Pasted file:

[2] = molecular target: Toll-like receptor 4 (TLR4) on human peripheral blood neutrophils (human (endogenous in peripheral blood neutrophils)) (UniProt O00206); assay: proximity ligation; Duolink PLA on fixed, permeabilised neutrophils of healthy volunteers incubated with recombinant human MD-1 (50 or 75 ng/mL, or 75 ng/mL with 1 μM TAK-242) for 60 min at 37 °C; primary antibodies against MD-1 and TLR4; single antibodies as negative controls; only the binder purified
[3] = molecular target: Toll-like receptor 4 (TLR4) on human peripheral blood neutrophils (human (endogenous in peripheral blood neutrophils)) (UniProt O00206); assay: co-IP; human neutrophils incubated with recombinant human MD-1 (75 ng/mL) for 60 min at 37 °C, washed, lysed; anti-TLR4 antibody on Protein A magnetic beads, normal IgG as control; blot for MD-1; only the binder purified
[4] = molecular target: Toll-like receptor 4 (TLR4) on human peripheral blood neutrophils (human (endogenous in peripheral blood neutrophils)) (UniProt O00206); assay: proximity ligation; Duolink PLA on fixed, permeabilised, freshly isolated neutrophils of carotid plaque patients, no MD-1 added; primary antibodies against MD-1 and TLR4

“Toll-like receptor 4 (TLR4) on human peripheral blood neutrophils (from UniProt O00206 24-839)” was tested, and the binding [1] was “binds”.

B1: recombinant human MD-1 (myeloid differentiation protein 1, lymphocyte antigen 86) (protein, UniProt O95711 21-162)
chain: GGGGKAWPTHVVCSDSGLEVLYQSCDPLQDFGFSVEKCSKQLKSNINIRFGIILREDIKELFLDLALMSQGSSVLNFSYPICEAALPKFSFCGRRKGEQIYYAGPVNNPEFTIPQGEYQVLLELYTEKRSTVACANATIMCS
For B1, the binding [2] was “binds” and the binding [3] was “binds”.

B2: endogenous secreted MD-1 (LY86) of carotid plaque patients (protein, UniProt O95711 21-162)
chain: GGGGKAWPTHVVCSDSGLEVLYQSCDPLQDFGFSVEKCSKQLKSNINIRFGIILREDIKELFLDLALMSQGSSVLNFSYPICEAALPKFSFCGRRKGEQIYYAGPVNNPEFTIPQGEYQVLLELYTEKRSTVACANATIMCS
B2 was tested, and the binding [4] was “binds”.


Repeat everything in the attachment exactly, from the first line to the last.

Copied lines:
[2] = molecular target: Toll-like receptor 4 (TLR4) on human peripheral blood neutrophils (human (endogenous in peripheral blood neutrophils)) (UniProt O00206); assay: proximity ligation; Duolink PLA on fixed, permeabilised neutrophils of healthy volunteers incubated with recombinant human MD-1 (50 or 75 ng/mL, or 75 ng/mL with 1 μM TAK-242) for 60 min at 37 °C; primary antibodies against MD-1 and TLR4; single antibodies as negative controls; only the binder purified
[3] = molecular target: Toll-like receptor 4 (TLR4) on human peripheral blood neutrophils (human (endogenous in peripheral blood neutrophils)) (UniProt O00206); assay: co-IP; human neutrophils incubated with recombinant human MD-1 (75 ng/mL) for 60 min at 37 °C, washed, lysed; anti-TLR4 antibody on Protein A magnetic beads, normal IgG as control; blot for MD-1; only the binder purified
[4] = molecular target: Toll-like receptor 4 (TLR4) on human peripheral blood neutrophils (human (endogenous in peripheral blood neutrophils)) (UniProt O00206); assay: proximity ligation; Duolink PLA on fixed, permeabilised, freshly isolated neutrophils of carotid plaque patients, no MD-1 added; primary antibodies against MD-1 and TLR4

“Toll-like receptor 4 (TLR4) on human peripheral blood neutrophils (from UniProt O00206 24-839)” was tested, and the binding [1] was “binds”.

B1: recombinant human MD-1 (myeloid differentiation protein 1, lymphocyte antigen 86) (protein, UniProt O95711 21-162)
chain: GGGGKAWPTHVVCSDSGLEVLYQSCDPLQDFGFSVEKCSKQLKSNINIRFGIILREDIKELFLDLALMSQGSSVLNFSYPICEAALPKFSFCGRRKGEQIYYAGPVNNPEFTIPQGEYQVLLELYTEKRSTVACANATIMCS
For B1, the binding [2] was “binds” and the binding [3] was “binds”.

B2: endogenous secreted MD-1 (LY86) of carotid plaque patients (protein, UniProt O95711 21-162)
chain: GGGGKAWPTHVVCSDSGLEVLYQSCDPLQDFGFSVEKCSKQLKSNINIRFGIILREDIKELFLDLALMSQGSSVLNFSYPICEAALPKFSFCGRRKGEQIYYAGPVNNPEFTIPQGEYQVLLELYTEKRSTVACANATIMCS
B2 was tested, and the binding [4] was “binds”.